For Resilience Engineering, 'failure' is the result of the adaptations necessary to cope with the complexity of the real world, rather than a breakdown or malfunction. The performance of individuals and organizations must continually adjust to current conditions and, because resources and time are finite, such adjustments are always approximate. This definitive new book explores this groundbreaking new development in safety and risk management, where 'success' is based on the ability of organizations, groups and individuals to anticipate the changing shape of risk before failures and harm occur. Featuring contributions from many of the worlds leading figures in the fields of human factors and safety, Resilience Engineering provides thought-provoking insights into system safety as an aggregate of its various components, subsystems, software, organizations, human behaviours, and the way in which they interact. The book provides an introduction to Resilience Engineering of systems, covering both the theoretical and practical aspects. It is written for those responsible for system safety on managerial or operational levels alike, including safety managers and engineers (line and maintenance), security experts, risk and safety consultants, human factors professionals and accident investigators.

chapter |6 pages

Prologue: Resilience Engineering Concepts

ByDavid D. Woods, Erik Hollnagel

part 1|86 pages


chapter 1|9 pages

Resilience – the Challenge of the Unstable

ByErik Hollnagel

chapter |1 pages

Systems are Ever-Changing

ByYushi Fujita

chapter 2|14 pages

Essential Characteristics of Resilience

ByDavid D. Woods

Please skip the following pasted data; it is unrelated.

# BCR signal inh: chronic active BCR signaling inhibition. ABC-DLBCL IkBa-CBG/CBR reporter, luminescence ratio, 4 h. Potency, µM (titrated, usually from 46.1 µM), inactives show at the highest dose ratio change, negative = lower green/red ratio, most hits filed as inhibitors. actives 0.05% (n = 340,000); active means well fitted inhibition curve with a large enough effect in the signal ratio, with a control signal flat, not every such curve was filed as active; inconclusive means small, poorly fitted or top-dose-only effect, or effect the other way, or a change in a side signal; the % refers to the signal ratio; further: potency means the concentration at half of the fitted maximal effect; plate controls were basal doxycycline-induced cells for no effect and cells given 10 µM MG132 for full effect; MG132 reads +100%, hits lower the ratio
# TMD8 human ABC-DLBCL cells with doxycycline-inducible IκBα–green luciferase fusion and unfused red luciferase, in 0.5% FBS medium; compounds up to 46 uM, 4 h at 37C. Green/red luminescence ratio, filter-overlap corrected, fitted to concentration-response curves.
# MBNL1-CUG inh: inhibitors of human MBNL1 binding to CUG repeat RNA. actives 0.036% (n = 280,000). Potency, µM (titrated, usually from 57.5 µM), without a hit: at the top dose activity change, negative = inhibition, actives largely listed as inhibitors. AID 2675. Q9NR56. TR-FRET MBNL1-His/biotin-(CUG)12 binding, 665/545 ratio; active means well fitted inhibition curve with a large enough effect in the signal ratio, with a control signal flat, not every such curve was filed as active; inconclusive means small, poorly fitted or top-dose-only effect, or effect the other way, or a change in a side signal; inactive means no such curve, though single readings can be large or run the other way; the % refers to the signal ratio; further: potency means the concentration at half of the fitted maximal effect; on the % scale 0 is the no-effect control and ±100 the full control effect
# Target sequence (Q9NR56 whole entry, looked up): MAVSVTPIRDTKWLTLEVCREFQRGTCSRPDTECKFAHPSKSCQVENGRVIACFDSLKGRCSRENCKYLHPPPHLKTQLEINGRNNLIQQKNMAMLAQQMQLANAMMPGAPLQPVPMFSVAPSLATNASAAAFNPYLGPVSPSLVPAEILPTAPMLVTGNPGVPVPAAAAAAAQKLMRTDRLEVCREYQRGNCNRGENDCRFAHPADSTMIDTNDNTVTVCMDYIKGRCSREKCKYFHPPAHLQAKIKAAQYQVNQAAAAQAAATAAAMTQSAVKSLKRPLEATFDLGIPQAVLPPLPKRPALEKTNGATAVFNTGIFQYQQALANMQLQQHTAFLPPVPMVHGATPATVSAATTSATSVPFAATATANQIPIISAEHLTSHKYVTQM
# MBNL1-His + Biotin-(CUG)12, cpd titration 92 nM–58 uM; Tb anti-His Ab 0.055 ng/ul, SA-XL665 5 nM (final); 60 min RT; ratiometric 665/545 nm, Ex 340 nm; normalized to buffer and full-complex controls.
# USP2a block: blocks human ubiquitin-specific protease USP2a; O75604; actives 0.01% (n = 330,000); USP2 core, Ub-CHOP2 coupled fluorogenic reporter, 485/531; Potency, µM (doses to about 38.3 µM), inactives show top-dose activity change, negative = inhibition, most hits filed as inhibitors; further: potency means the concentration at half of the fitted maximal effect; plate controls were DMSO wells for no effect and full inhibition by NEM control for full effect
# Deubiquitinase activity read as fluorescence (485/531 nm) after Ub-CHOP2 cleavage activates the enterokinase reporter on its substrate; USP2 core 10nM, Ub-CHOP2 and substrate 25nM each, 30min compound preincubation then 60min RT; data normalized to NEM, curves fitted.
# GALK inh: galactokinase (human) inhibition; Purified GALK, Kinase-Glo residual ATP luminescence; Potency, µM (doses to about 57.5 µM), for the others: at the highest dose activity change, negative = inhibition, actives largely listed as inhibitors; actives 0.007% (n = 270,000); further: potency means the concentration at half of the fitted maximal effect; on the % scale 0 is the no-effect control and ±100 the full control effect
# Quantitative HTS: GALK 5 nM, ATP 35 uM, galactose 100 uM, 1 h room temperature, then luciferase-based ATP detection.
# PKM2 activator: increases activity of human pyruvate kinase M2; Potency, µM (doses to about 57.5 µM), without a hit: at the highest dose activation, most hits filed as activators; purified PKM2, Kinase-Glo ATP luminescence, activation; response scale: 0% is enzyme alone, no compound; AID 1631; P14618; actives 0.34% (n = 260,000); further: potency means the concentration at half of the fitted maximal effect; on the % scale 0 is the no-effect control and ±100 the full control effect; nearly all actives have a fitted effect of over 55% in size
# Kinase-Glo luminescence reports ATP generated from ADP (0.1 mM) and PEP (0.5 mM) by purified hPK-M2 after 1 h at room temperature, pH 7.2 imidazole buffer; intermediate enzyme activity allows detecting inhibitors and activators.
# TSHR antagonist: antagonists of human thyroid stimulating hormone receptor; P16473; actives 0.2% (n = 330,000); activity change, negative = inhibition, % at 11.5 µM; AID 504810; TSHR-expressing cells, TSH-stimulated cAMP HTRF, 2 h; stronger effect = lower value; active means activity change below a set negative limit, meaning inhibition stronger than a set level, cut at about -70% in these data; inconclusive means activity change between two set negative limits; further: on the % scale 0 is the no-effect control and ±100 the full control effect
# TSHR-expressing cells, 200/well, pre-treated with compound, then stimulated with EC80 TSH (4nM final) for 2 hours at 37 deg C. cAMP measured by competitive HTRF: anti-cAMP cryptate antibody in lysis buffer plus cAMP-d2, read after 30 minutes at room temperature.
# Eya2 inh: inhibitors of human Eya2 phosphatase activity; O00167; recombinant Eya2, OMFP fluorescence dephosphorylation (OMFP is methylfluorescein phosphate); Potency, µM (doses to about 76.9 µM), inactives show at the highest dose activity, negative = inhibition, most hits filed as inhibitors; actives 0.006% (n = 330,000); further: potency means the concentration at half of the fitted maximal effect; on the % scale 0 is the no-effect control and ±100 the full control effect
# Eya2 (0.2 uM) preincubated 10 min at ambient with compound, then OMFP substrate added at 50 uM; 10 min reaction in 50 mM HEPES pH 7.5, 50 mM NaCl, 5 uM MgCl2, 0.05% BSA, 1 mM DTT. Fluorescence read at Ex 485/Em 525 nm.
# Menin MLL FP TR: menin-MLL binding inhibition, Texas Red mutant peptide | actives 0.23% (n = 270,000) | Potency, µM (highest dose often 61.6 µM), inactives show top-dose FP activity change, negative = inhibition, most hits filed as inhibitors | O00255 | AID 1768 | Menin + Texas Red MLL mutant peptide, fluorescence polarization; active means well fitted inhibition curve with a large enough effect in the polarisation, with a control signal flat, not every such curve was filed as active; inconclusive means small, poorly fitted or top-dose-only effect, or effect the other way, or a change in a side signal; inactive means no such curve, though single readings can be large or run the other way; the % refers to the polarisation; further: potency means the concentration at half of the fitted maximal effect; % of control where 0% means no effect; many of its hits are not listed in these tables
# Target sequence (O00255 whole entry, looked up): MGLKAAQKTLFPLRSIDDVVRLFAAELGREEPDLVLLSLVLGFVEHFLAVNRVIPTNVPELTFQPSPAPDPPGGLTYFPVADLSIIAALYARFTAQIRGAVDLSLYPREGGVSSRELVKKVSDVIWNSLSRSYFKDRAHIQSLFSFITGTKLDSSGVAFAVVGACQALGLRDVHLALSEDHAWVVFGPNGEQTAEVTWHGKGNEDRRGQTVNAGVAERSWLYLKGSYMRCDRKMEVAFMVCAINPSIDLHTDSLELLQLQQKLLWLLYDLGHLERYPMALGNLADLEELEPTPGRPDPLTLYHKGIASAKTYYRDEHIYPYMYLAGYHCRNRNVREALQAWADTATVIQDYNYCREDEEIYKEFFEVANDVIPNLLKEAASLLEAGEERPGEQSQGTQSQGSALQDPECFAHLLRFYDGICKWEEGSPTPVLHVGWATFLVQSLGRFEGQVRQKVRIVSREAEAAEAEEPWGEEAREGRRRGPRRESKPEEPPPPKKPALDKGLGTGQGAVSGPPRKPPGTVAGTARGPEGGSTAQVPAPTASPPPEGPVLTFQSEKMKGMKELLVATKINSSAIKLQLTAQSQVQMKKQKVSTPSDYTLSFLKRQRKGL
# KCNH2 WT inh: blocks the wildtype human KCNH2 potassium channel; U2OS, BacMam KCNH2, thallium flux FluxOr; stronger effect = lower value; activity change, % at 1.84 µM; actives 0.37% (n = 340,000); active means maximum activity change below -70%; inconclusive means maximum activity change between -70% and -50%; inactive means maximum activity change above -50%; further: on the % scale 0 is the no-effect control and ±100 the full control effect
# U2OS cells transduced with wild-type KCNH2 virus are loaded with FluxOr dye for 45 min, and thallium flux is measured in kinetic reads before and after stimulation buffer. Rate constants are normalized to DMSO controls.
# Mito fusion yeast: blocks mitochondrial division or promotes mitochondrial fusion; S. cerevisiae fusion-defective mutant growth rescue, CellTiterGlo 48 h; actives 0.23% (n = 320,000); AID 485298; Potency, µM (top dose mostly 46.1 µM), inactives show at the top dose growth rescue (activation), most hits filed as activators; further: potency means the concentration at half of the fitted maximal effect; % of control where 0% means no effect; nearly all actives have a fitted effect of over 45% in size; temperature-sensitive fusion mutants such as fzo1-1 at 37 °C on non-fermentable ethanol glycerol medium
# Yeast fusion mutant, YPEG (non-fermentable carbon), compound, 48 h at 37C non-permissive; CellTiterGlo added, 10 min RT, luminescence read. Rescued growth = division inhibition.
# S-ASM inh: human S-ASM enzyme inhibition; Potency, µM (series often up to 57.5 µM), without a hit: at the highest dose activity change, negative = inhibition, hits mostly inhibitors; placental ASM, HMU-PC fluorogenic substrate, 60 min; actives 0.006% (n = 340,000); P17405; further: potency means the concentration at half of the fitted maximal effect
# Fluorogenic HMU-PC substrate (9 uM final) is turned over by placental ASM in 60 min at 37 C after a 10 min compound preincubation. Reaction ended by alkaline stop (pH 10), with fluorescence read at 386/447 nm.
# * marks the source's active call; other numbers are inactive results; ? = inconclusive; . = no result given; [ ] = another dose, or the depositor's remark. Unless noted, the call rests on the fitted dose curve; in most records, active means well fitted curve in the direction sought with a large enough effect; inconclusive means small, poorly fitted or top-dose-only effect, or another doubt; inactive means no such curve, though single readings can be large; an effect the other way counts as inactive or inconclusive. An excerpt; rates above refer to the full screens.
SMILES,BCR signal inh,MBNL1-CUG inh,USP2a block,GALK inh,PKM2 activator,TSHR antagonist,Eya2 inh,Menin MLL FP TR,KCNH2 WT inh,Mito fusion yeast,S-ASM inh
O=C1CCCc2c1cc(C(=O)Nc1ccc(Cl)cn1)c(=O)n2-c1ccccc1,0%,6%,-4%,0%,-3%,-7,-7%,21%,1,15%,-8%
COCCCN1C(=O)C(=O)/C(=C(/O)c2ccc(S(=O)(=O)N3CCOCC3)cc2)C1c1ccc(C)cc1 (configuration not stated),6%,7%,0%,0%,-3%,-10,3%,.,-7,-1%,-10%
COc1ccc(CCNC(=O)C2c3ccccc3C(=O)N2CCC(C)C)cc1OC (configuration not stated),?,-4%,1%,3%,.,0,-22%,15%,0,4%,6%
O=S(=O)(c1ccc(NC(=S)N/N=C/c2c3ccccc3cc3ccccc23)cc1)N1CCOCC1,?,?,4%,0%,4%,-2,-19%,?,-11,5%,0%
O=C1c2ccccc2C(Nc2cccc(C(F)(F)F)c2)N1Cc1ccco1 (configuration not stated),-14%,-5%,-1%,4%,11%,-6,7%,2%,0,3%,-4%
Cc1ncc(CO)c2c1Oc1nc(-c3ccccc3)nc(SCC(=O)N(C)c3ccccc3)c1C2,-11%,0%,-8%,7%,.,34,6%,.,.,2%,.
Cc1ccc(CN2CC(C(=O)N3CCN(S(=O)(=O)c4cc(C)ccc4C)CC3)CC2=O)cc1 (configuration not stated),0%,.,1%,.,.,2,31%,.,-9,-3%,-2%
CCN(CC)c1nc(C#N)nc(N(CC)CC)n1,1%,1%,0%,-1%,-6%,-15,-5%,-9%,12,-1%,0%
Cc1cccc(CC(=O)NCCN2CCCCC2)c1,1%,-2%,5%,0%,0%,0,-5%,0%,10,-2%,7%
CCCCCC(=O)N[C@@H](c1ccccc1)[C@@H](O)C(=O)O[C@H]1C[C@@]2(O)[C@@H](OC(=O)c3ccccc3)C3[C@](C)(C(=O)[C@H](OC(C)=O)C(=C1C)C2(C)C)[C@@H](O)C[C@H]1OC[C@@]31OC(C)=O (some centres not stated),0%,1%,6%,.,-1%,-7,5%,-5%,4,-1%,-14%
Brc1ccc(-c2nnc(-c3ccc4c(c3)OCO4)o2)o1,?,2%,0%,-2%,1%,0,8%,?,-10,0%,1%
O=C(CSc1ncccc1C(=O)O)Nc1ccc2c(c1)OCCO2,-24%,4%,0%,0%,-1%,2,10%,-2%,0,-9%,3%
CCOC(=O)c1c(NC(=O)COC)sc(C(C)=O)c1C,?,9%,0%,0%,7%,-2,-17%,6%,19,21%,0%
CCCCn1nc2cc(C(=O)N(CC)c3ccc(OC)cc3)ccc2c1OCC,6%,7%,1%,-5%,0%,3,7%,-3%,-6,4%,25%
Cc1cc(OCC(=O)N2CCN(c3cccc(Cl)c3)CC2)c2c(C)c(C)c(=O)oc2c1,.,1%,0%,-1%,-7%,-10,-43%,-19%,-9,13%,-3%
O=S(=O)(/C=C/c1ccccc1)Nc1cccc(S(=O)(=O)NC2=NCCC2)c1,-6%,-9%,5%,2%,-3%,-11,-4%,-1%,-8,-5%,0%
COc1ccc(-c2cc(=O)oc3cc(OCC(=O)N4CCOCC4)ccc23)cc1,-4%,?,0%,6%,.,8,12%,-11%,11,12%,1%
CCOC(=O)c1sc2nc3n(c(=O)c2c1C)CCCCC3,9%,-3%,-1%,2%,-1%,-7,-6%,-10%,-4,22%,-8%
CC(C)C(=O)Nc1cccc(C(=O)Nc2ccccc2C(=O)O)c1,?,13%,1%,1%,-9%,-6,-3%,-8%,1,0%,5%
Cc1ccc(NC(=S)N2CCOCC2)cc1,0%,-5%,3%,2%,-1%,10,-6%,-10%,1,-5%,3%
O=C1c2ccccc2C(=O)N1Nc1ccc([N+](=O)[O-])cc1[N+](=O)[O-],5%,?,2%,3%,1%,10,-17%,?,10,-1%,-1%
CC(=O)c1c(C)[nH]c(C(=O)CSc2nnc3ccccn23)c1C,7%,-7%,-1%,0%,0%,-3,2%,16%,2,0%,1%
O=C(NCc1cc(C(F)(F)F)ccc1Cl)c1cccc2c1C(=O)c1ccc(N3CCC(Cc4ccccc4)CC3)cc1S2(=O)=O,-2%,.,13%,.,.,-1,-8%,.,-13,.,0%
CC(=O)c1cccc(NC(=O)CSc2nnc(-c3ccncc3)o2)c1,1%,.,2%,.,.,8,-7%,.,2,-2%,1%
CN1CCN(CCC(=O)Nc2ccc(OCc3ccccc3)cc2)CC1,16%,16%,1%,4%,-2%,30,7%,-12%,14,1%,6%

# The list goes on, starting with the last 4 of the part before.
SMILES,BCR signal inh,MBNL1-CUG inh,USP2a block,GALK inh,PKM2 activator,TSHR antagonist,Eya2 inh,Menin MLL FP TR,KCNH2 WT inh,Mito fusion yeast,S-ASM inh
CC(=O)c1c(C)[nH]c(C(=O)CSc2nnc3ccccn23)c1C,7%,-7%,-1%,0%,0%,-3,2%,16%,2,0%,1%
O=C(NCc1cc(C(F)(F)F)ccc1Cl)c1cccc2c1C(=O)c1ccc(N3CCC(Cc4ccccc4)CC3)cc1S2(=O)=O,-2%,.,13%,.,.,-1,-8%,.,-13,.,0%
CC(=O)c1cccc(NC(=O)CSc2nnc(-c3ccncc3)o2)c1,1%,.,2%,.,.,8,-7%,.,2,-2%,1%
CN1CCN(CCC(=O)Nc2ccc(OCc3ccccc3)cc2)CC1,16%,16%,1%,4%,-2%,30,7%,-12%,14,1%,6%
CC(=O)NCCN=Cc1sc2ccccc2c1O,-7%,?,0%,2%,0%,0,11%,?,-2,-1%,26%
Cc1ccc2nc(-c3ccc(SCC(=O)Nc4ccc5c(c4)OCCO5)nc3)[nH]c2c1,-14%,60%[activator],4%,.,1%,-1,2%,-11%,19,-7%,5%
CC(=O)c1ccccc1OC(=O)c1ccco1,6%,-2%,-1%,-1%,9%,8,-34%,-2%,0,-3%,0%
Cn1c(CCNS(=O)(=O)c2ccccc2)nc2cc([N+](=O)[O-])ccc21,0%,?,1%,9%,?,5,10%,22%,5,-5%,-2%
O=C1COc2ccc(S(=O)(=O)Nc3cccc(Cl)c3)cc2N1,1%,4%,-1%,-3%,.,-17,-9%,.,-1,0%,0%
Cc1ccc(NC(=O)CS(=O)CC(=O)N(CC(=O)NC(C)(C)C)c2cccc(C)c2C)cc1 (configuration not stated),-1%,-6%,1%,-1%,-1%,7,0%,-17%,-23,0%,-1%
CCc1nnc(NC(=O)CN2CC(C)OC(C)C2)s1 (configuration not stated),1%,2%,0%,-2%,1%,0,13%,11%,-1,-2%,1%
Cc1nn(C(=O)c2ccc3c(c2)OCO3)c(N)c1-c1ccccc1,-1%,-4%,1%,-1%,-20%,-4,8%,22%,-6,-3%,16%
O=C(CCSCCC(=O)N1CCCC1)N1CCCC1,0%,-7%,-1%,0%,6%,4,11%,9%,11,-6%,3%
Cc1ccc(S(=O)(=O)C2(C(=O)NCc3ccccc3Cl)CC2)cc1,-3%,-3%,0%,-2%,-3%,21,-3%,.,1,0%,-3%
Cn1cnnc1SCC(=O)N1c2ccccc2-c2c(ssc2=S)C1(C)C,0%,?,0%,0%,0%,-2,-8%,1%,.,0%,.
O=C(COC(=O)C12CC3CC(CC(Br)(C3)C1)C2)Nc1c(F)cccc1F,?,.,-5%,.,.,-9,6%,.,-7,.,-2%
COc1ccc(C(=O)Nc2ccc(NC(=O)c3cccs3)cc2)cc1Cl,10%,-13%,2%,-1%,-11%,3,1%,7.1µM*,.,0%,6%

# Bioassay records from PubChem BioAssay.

chapter 3|6 pages

Defining Resilience

ByAndrew Hale, Tom Heijer

chapter |1 pages

Nature of Changes in Systems

ByYushi Fujita

chapter 4|11 pages

Complexity, Emergence, Resilience …

ByJean Pariès

chapter 5|11 pages

A Typology of Resilience Situations

ByRon Westrum

chapter |1 pages

Resilient Systems

ByYushi Fujita

chapter 6|8 pages

Incidents – Markers of Resilience or Brittleness?

ByDavid D. Woods, Richard I. Cook

part 2|179 pages

Cases and Processes

chapter 8|29 pages

Engineering Resilience into Safety-Critical Systems

ByNancy Leveson, Nicolas Dulac, David Zipkin, Joel Cutcher-Gershenfeld, John Carroll, Betty Barrett

chapter 9|23 pages

Is Resilience Really Necessary? The Case of Railways

ByAndrew Hale, Tom Heijer

chapter |1 pages

Systems Are Never Perfect

ByYushi Fujita

chapter 10|4 pages

Structure for Management of Weak and Diffuse Signals

ByLars Axelsson

chapter 11|26 pages

Organisational Resilience and Industrial Risk

ByNick McDonald

chapter |1 pages

An Evil Chain Mechanism Leading to Failures

ByYushi Fujita

chapter 12|21 pages

Safety Management in Airlines

ByArthur Dijkstra

chapter 13|17 pages

Taking Things in One’s Stride: Cognitive Features of Two Resilient Performances

ByRichard I. Cook, Christopher Nemeth

chapter 14|11 pages

Erosion of Managerial Resilience: From Vasa to NASA

ByRhona Flin

chapter 15|18 pages

Learning How to Create Resilience in Business Systems

ByGunilla Sundström, Erik Hollnagel

part 3|86 pages

Challenges for a Practice of Resilience Engineering

chapter 17|11 pages

Properties of Resilient Organizations: An Initial View

ByJohn Wreathall

chapter |1 pages


ByYushi Fujita

chapter 18|26 pages

Auditing Resilience in Risk Control and Safety Management Systems

ByAndrew Hale, Frank Guldenmund, Louis Goossens

chapter |1 pages

Rules and Procedures

ByYushi Fujita

chapter 20|10 pages

Distancing Through Differencing: An Obstacle to Organizational Learning Following Accidents

ByRichard I. Cook, David D. Woods

chapter 21|8 pages

States of Resilience

ByErik Hollnagel, Gunilla Sundström

chapter |12 pages

Epilogue: Resilience Engineering Precepts

ByErik Hollnagel, David D. Woods